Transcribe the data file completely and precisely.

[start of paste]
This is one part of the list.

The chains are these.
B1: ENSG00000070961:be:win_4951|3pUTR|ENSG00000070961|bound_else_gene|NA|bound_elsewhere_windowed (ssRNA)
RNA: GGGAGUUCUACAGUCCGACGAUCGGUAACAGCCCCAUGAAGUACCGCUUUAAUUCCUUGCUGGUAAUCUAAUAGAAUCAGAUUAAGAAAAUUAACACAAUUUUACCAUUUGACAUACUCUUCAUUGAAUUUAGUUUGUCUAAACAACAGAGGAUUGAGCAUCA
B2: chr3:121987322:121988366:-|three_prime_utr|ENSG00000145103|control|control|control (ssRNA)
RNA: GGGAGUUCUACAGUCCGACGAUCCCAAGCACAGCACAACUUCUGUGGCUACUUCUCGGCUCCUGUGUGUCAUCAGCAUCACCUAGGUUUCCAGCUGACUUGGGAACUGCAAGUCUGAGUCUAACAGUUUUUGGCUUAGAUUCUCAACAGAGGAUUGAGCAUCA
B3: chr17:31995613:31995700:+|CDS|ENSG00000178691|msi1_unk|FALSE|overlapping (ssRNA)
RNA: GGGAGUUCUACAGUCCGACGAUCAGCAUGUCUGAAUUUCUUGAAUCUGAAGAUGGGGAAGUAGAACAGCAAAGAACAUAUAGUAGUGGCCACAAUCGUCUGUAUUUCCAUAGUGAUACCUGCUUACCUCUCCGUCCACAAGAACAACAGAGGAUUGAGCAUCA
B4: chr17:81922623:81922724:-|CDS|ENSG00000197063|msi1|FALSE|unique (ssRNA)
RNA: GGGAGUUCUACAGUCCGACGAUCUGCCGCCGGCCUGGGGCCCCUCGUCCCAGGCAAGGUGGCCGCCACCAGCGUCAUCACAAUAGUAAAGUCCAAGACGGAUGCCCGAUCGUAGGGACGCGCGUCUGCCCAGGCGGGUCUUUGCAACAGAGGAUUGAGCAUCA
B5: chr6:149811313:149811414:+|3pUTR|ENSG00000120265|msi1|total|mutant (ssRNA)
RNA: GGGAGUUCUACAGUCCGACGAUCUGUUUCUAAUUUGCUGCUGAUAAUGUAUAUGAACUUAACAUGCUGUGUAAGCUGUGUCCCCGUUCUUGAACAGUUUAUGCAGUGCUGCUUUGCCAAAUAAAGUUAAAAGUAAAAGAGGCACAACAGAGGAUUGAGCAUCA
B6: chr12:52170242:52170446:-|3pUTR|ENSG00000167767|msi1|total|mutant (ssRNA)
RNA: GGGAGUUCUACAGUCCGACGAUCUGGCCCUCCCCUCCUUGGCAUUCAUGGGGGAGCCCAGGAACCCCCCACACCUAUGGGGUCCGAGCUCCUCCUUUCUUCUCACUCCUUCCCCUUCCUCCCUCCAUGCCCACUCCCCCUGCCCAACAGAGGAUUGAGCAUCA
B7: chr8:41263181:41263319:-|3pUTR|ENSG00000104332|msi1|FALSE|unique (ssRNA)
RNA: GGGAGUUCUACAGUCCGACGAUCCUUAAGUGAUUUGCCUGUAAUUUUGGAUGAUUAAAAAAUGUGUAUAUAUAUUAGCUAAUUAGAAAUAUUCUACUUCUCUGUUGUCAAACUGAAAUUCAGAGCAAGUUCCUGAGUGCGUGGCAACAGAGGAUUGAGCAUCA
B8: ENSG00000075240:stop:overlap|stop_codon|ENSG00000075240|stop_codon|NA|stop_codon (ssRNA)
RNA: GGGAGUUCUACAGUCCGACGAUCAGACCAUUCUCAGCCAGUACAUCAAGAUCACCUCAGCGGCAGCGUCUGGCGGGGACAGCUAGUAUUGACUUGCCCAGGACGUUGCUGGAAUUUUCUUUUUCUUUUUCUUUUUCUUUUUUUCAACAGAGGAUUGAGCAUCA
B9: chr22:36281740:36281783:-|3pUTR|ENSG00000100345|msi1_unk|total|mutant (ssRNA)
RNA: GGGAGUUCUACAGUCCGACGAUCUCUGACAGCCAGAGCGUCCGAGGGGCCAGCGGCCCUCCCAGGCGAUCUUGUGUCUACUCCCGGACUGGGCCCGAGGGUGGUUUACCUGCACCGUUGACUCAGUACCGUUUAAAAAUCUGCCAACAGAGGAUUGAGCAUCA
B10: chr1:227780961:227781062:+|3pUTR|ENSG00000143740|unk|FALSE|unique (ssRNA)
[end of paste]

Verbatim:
This is one part of the list.

The chains are these.
B1: ENSG00000070961:be:win_4951|3pUTR|ENSG00000070961|bound_else_gene|NA|bound_elsewhere_windowed (ssRNA)
RNA: GGGAGUUCUACAGUCCGACGAUCGGUAACAGCCCCAUGAAGUACCGCUUUAAUUCCUUGCUGGUAAUCUAAUAGAAUCAGAUUAAGAAAAUUAACACAAUUUUACCAUUUGACAUACUCUUCAUUGAAUUUAGUUUGUCUAAACAACAGAGGAUUGAGCAUCA
B2: chr3:121987322:121988366:-|three_prime_utr|ENSG00000145103|control|control|control (ssRNA)
RNA: GGGAGUUCUACAGUCCGACGAUCCCAAGCACAGCACAACUUCUGUGGCUACUUCUCGGCUCCUGUGUGUCAUCAGCAUCACCUAGGUUUCCAGCUGACUUGGGAACUGCAAGUCUGAGUCUAACAGUUUUUGGCUUAGAUUCUCAACAGAGGAUUGAGCAUCA
B3: chr17:31995613:31995700:+|CDS|ENSG00000178691|msi1_unk|FALSE|overlapping (ssRNA)
RNA: GGGAGUUCUACAGUCCGACGAUCAGCAUGUCUGAAUUUCUUGAAUCUGAAGAUGGGGAAGUAGAACAGCAAAGAACAUAUAGUAGUGGCCACAAUCGUCUGUAUUUCCAUAGUGAUACCUGCUUACCUCUCCGUCCACAAGAACAACAGAGGAUUGAGCAUCA
B4: chr17:81922623:81922724:-|CDS|ENSG00000197063|msi1|FALSE|unique (ssRNA)
RNA: GGGAGUUCUACAGUCCGACGAUCUGCCGCCGGCCUGGGGCCCCUCGUCCCAGGCAAGGUGGCCGCCACCAGCGUCAUCACAAUAGUAAAGUCCAAGACGGAUGCCCGAUCGUAGGGACGCGCGUCUGCCCAGGCGGGUCUUUGCAACAGAGGAUUGAGCAUCA
B5: chr6:149811313:149811414:+|3pUTR|ENSG00000120265|msi1|total|mutant (ssRNA)
RNA: GGGAGUUCUACAGUCCGACGAUCUGUUUCUAAUUUGCUGCUGAUAAUGUAUAUGAACUUAACAUGCUGUGUAAGCUGUGUCCCCGUUCUUGAACAGUUUAUGCAGUGCUGCUUUGCCAAAUAAAGUUAAAAGUAAAAGAGGCACAACAGAGGAUUGAGCAUCA
B6: chr12:52170242:52170446:-|3pUTR|ENSG00000167767|msi1|total|mutant (ssRNA)
RNA: GGGAGUUCUACAGUCCGACGAUCUGGCCCUCCCCUCCUUGGCAUUCAUGGGGGAGCCCAGGAACCCCCCACACCUAUGGGGUCCGAGCUCCUCCUUUCUUCUCACUCCUUCCCCUUCCUCCCUCCAUGCCCACUCCCCCUGCCCAACAGAGGAUUGAGCAUCA
B7: chr8:41263181:41263319:-|3pUTR|ENSG00000104332|msi1|FALSE|unique (ssRNA)
RNA: GGGAGUUCUACAGUCCGACGAUCCUUAAGUGAUUUGCCUGUAAUUUUGGAUGAUUAAAAAAUGUGUAUAUAUAUUAGCUAAUUAGAAAUAUUCUACUUCUCUGUUGUCAAACUGAAAUUCAGAGCAAGUUCCUGAGUGCGUGGCAACAGAGGAUUGAGCAUCA
B8: ENSG00000075240:stop:overlap|stop_codon|ENSG00000075240|stop_codon|NA|stop_codon (ssRNA)
RNA: GGGAGUUCUACAGUCCGACGAUCAGACCAUUCUCAGCCAGUACAUCAAGAUCACCUCAGCGGCAGCGUCUGGCGGGGACAGCUAGUAUUGACUUGCCCAGGACGUUGCUGGAAUUUUCUUUUUCUUUUUCUUUUUCUUUUUUUCAACAGAGGAUUGAGCAUCA
B9: chr22:36281740:36281783:-|3pUTR|ENSG00000100345|msi1_unk|total|mutant (ssRNA)
RNA: GGGAGUUCUACAGUCCGACGAUCUCUGACAGCCAGAGCGUCCGAGGGGCCAGCGGCCCUCCCAGGCGAUCUUGUGUCUACUCCCGGACUGGGCCCGAGGGUGGUUUACCUGCACCGUUGACUCAGUACCGUUUAAAAAUCUGCCAACAGAGGAUUGAGCAUCA
B10: chr1:227780961:227781062:+|3pUTR|ENSG00000143740|unk|FALSE|unique (ssRNA)